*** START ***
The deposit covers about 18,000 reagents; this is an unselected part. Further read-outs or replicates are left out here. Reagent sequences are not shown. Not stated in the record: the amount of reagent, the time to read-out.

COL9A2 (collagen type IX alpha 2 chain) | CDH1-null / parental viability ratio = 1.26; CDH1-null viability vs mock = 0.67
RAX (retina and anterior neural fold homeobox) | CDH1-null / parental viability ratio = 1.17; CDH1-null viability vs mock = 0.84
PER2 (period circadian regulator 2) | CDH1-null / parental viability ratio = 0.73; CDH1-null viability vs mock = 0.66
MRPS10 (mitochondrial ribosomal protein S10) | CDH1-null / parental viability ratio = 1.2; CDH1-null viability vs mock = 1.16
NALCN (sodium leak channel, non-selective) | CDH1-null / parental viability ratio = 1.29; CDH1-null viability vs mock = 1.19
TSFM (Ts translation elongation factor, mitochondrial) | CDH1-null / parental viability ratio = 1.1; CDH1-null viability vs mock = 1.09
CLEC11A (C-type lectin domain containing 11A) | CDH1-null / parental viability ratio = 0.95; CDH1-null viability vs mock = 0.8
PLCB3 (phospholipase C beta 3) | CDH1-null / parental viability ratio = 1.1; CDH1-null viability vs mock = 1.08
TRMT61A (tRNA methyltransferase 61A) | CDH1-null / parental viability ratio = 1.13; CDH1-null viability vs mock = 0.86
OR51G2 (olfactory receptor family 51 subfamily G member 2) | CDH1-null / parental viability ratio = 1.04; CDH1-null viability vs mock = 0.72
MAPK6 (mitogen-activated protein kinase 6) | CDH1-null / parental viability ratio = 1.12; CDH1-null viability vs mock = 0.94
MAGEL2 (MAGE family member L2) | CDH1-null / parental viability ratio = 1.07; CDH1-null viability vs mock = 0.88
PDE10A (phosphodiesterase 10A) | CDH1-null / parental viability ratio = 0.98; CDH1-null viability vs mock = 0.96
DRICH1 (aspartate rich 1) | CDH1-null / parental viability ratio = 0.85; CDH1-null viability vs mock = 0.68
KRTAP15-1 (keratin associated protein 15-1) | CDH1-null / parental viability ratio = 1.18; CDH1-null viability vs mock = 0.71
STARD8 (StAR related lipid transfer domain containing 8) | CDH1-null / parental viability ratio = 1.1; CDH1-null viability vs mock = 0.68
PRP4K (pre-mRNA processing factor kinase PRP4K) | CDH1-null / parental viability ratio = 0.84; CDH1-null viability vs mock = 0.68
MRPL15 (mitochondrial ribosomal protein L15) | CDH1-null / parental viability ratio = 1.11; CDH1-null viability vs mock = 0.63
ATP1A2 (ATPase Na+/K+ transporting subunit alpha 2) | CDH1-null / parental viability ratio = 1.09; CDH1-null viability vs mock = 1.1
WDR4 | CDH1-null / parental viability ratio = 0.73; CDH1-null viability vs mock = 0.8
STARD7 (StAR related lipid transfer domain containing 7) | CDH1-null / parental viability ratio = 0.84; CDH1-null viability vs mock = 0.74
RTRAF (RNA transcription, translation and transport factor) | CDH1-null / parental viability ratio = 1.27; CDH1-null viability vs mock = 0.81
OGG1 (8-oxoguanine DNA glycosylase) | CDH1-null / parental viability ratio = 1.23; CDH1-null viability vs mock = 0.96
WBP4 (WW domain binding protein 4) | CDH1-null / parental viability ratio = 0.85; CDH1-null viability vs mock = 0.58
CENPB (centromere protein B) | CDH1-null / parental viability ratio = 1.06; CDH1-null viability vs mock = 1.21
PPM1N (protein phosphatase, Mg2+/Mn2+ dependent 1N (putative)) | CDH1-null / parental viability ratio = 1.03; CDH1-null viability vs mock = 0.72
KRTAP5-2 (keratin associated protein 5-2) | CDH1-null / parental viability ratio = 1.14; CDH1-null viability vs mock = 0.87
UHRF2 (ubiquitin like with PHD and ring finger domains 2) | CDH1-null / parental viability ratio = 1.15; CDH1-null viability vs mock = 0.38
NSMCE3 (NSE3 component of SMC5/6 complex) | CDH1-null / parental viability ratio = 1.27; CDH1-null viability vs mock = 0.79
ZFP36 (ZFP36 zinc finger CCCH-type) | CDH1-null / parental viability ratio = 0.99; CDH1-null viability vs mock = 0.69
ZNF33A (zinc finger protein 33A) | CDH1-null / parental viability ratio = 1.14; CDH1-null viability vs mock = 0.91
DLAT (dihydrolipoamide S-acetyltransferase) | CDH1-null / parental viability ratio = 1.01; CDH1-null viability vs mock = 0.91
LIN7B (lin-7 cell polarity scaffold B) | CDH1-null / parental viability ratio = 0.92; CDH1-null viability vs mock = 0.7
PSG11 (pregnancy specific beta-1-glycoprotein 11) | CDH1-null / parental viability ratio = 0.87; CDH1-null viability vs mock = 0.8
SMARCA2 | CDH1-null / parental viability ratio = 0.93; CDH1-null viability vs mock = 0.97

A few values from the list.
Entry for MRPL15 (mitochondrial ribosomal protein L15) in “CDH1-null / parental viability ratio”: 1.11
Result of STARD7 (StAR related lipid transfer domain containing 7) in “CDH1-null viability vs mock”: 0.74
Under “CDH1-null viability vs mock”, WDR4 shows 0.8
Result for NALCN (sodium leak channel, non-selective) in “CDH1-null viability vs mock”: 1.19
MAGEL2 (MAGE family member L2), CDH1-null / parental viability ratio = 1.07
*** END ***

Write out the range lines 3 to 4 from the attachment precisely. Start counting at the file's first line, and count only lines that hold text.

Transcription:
RAX (retina and anterior neural fold homeobox) | CDH1-null / parental viability ratio = 1.17; CDH1-null viability vs mock = 0.84
PER2 (period circadian regulator 2) | CDH1-null / parental viability ratio = 0.73; CDH1-null viability vs mock = 0.66